Rhabdomyolysis (RM) is the breakdown of muscle tissue. This releases toxic substances into the bloodstream. The most common cause for this condition is muscle injury. The injury may be from an accident such as a car or bike accident, a crushing injury to part of your body, a fall, electrical shock, or severe burn. Very strenuous exercise such as long-distance running can also cause RM. So can lying in one position for a long time such as when unconscious. It can also happen when an older adult falls on the floor and remains there because he or she can't get up or call for help. Certain medicines, poisons, drugs, or infections can also cause it, as can long seizures from any cause.
RM often has no symptoms. When symptoms do occur they may include rust-colored urine and muscle pain or weakness.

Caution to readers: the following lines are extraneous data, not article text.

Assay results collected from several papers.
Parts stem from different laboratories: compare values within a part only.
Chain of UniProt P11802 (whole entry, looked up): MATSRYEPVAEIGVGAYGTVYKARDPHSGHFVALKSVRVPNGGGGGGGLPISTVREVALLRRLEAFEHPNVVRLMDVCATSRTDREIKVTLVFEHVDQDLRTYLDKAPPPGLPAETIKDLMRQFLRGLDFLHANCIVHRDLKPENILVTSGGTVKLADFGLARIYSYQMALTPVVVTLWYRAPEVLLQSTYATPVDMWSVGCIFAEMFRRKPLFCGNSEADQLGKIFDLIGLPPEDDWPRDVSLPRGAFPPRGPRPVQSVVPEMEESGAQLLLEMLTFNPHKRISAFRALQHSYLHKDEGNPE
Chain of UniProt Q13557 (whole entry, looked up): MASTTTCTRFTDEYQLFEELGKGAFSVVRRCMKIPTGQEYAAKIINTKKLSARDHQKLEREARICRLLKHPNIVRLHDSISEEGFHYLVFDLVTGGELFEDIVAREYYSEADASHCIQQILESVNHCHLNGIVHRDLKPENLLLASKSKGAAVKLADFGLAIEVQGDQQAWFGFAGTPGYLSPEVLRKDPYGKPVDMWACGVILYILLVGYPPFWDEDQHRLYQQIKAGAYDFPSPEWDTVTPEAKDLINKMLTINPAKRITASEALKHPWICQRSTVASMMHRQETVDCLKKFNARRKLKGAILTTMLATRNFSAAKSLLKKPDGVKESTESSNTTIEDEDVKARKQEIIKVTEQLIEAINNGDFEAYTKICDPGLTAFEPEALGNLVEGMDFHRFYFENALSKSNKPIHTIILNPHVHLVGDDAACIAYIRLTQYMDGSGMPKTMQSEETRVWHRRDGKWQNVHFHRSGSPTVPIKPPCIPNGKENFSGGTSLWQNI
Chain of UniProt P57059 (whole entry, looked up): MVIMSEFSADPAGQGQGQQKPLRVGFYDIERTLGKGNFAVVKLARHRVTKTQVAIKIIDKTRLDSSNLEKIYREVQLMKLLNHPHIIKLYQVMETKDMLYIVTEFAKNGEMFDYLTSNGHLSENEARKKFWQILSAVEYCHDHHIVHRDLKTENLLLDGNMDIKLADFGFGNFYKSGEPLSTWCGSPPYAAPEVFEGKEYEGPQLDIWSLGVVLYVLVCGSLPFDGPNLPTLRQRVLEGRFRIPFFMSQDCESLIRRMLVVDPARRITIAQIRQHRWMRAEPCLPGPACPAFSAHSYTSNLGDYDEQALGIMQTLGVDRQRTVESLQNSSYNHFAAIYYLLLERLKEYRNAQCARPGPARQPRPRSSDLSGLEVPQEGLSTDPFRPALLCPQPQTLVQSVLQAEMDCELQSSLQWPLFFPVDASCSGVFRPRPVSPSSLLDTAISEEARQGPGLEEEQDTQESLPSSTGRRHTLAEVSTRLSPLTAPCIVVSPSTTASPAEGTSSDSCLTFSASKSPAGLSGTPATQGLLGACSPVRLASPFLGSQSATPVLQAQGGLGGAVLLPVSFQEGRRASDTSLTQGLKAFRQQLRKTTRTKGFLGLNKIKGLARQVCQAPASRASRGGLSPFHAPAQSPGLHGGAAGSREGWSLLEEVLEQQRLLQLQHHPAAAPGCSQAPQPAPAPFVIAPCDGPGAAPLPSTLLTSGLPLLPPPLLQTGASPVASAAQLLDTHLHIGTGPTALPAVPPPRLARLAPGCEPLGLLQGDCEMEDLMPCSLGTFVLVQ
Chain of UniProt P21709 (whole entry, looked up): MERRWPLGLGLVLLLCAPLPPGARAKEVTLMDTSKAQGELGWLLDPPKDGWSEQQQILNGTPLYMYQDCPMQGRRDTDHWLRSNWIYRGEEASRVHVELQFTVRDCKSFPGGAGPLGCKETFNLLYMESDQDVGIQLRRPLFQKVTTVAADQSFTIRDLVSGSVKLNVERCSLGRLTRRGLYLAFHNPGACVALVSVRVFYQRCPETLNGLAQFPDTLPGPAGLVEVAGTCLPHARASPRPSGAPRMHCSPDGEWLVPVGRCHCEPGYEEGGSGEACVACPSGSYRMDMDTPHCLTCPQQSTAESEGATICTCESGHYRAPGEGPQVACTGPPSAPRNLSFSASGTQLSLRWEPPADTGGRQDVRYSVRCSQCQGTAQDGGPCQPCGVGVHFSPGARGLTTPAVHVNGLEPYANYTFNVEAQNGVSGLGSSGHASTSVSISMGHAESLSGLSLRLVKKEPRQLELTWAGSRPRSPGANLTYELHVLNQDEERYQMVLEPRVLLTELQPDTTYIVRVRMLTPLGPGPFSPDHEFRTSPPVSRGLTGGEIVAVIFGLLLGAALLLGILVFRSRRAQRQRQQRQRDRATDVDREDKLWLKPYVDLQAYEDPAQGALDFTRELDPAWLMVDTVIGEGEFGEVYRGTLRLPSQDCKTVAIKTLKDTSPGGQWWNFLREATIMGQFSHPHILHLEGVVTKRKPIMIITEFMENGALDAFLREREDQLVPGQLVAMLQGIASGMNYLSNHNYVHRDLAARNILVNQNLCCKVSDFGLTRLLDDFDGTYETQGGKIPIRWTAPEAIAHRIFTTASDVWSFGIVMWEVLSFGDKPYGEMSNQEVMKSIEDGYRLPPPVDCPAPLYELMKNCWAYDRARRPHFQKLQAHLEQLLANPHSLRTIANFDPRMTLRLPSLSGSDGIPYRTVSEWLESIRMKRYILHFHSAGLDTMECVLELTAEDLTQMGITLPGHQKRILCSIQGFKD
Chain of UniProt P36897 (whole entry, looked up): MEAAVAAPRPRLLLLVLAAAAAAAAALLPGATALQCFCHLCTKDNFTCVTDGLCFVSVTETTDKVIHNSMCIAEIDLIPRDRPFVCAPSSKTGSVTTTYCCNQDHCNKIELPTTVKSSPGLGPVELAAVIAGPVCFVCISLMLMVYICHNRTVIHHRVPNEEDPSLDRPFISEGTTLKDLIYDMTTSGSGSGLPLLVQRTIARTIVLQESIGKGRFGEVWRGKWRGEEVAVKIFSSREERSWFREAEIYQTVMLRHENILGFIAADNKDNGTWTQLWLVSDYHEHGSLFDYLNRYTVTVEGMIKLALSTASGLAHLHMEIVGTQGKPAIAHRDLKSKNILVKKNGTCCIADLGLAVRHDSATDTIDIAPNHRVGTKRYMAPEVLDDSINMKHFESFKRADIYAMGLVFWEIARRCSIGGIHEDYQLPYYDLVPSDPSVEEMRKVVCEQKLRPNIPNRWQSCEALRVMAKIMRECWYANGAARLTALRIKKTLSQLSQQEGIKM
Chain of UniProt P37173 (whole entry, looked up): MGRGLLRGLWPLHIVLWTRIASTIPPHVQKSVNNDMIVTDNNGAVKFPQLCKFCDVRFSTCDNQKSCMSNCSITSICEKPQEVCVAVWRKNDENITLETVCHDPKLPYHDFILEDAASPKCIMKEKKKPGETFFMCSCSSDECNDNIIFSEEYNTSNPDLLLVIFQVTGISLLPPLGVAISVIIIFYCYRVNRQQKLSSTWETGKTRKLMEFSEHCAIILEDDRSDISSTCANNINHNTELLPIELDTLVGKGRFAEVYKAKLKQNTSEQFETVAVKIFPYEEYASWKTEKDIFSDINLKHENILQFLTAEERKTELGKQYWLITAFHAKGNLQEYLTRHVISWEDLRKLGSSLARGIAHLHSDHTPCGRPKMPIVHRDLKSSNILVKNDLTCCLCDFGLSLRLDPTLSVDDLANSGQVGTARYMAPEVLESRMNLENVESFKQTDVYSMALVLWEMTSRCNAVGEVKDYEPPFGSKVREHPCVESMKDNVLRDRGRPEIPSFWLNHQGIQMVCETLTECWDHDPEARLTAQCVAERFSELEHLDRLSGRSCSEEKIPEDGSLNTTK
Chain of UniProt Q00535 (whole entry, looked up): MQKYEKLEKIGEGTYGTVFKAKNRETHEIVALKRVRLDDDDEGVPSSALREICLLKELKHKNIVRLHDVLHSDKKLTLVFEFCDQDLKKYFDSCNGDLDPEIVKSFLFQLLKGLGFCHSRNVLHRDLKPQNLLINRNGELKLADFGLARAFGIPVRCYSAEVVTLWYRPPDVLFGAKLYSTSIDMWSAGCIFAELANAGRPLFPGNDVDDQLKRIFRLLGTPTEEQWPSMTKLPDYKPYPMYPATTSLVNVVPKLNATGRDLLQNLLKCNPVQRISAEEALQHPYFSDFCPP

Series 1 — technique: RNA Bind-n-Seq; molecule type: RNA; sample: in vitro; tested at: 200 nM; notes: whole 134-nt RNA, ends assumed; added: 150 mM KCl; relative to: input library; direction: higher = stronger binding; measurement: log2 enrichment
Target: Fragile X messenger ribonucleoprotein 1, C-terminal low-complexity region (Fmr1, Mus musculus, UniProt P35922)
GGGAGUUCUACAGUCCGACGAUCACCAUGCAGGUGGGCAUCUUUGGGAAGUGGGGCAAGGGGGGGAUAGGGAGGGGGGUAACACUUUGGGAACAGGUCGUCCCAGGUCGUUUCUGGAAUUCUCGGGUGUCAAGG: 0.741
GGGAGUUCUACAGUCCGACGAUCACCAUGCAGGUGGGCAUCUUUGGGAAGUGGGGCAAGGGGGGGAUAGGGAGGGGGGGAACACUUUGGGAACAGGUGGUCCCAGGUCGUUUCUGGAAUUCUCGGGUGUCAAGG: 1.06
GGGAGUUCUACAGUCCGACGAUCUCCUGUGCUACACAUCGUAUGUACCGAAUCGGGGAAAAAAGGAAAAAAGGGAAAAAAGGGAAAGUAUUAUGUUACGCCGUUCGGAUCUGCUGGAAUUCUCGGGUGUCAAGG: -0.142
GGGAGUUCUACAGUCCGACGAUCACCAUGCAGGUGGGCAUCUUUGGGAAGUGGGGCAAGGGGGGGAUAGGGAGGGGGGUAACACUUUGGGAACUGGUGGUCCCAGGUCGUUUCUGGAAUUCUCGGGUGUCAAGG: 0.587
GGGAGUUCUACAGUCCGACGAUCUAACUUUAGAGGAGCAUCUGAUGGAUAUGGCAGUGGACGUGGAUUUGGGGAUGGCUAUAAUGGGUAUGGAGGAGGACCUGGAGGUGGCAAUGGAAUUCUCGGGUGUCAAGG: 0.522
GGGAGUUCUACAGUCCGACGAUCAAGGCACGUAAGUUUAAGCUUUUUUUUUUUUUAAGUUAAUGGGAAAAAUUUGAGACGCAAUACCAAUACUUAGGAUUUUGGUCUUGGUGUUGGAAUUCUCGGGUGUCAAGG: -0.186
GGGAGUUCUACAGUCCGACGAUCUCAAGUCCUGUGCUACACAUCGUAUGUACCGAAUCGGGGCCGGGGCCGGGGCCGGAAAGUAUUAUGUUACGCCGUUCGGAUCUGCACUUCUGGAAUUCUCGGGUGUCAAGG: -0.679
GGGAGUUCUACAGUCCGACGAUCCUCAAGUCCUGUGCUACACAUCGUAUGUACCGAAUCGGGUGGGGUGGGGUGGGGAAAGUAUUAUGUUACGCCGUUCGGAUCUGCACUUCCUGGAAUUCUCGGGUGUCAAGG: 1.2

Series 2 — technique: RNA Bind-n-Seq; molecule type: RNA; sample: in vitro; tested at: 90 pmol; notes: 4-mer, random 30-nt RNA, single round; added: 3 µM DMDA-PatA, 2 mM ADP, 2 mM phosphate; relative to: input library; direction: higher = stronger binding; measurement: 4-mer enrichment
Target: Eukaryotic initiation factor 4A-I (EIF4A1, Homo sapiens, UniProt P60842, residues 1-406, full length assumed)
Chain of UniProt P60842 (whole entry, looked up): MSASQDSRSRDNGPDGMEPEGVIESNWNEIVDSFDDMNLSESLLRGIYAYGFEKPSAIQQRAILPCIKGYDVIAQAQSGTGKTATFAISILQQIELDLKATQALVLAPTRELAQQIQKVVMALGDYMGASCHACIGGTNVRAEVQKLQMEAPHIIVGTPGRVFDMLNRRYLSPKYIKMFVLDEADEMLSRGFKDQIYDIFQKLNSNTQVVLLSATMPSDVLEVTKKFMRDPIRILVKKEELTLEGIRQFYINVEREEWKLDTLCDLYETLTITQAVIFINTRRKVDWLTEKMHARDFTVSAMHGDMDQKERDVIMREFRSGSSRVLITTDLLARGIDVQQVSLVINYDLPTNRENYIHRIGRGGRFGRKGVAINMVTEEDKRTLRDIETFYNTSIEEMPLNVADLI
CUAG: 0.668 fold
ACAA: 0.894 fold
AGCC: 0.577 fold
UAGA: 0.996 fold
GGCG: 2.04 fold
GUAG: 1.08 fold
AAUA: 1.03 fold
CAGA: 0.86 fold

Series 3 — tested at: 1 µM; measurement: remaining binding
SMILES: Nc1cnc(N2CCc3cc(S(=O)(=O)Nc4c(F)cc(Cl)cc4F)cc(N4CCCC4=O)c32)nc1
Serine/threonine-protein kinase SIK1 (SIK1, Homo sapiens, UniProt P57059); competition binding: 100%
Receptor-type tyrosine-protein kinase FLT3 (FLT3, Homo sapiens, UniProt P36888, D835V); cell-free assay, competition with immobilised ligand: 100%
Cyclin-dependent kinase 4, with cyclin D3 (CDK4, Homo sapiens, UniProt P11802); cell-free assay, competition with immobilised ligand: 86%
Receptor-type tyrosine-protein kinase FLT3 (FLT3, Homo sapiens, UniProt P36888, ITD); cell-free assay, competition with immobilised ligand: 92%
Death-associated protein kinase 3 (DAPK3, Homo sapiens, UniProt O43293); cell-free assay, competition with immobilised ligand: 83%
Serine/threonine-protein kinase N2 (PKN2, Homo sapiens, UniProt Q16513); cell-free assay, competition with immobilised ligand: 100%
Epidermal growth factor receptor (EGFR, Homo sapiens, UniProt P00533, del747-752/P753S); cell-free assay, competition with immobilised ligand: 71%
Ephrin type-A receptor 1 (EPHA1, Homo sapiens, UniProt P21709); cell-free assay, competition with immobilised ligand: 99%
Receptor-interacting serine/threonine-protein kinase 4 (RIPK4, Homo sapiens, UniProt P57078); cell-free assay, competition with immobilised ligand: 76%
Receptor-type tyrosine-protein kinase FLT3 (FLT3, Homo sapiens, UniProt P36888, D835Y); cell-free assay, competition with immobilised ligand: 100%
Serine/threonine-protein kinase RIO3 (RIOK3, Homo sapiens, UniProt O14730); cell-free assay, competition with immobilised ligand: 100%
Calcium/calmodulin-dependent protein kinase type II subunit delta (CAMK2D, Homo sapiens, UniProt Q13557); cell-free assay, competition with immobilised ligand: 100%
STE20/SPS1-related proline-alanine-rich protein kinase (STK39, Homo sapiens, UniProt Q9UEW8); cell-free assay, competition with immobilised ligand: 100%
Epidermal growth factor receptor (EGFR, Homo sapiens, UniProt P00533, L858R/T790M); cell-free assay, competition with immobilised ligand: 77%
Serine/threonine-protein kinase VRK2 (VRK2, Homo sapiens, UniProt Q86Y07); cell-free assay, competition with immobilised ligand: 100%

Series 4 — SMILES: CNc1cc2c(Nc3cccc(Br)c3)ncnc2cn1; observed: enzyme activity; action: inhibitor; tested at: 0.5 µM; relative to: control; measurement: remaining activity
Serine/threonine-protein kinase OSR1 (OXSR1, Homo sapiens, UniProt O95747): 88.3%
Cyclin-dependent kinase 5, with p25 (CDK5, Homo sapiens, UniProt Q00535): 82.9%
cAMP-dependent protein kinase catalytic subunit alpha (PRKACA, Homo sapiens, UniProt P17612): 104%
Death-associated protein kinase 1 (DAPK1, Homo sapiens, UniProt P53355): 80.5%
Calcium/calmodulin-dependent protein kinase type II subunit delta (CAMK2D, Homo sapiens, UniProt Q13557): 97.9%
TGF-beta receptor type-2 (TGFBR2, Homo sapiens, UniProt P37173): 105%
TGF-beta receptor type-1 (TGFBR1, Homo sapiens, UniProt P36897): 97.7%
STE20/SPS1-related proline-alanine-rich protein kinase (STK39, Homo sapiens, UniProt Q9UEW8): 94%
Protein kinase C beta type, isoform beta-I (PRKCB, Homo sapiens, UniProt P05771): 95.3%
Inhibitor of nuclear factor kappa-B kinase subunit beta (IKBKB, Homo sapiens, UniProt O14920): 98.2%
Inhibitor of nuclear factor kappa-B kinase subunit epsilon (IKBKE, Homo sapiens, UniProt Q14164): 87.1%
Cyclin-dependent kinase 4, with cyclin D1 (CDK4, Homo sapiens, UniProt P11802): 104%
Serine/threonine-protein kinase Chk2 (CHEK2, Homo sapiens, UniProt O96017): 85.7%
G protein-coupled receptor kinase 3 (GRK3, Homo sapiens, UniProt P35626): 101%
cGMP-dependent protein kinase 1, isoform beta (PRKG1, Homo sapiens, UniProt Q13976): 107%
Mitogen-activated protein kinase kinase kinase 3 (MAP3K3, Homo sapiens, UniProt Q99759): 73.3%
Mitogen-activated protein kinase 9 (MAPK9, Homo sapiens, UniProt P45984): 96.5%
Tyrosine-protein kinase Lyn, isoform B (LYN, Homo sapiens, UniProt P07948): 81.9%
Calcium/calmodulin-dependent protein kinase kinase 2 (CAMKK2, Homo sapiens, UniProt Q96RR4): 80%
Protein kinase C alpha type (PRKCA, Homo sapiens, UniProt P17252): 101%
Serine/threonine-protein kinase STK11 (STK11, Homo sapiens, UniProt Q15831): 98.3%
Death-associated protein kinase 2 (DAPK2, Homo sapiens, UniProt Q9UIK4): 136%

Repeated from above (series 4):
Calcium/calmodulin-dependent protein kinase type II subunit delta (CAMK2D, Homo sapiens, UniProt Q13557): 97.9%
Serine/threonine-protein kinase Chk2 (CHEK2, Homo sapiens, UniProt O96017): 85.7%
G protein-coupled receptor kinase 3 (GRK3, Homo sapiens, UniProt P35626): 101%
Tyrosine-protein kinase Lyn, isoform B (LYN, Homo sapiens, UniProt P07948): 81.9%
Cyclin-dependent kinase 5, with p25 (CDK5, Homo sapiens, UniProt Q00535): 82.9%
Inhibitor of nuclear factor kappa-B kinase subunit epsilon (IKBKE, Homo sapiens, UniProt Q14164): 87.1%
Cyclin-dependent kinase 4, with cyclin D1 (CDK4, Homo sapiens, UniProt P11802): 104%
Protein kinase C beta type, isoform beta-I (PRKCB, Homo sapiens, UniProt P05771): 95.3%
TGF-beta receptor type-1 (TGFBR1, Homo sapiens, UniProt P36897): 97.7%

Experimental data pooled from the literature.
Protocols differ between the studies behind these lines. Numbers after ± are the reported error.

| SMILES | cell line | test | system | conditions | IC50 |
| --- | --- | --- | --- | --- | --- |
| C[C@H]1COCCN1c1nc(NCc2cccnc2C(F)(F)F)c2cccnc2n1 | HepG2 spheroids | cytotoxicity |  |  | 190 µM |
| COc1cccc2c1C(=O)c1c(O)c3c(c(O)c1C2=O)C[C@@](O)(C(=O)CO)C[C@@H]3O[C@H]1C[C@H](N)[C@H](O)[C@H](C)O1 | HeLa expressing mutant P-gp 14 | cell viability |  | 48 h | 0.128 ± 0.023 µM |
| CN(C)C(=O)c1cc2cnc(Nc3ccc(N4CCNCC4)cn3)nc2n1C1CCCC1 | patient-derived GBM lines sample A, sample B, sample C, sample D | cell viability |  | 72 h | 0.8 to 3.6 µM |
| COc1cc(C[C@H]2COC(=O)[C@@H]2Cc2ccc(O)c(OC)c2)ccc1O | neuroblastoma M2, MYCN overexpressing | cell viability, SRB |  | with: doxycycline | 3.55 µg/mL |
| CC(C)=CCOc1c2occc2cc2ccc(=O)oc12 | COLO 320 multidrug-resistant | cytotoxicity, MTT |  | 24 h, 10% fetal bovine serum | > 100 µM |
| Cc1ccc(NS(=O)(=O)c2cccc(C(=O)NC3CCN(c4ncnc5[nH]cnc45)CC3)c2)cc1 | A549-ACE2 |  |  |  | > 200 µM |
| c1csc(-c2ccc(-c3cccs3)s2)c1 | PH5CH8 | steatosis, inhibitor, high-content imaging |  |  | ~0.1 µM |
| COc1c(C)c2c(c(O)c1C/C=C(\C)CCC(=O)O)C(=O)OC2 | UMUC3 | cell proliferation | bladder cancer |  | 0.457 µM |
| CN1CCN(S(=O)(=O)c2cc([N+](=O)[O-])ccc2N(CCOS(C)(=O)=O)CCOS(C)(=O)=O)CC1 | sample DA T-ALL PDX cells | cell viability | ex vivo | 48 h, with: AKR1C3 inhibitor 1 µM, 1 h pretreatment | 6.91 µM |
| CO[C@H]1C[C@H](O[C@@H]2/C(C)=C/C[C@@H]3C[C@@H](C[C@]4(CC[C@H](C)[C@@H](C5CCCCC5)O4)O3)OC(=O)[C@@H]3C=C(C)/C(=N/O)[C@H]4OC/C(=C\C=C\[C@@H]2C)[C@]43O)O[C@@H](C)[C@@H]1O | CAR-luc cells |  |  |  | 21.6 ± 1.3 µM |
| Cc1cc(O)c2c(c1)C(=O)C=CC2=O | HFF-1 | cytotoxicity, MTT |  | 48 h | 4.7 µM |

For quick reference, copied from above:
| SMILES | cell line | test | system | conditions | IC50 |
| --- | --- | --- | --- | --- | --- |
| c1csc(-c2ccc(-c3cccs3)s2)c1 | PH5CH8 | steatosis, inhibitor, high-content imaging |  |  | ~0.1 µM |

Severe RM can be fatal. It can cause serious problems with the kidneys or heart. Symptoms of severe RM may include fever, fast heart rate, and belly (abdominal) pain. It can also affect the blood’s ability to form a clot. Because of this, RM is a medical emergency. It's treated in the hospital with IV (intravenous) fluids to flush the toxins out of the body.
Rest for the next 24 hours. Don't do any strenuous activity.
Drink extra fluids to stay well hydrated and to continue flushing toxins out of your system. Unless told otherwise, drink 3 quarts of clear fluids over the next 24 hours.
Take any medicines you are prescribed as directed.
Follow up with your healthcare provider, or as advised. You will likely need repeat blood tests and an exam within the next 24 hours.
When to seek medical advice
Call your healthcare provider right away if symptoms don't improve or get worse.
Call 911 if you have any of these symptoms:
Fast or irregular heartbeat (palpitations)
Dizziness, weakness, or fainting
Decreased urination or dark urine
Swelling, pain, or numbness in the arms, hands, legs, or feet
Nausea or vomiting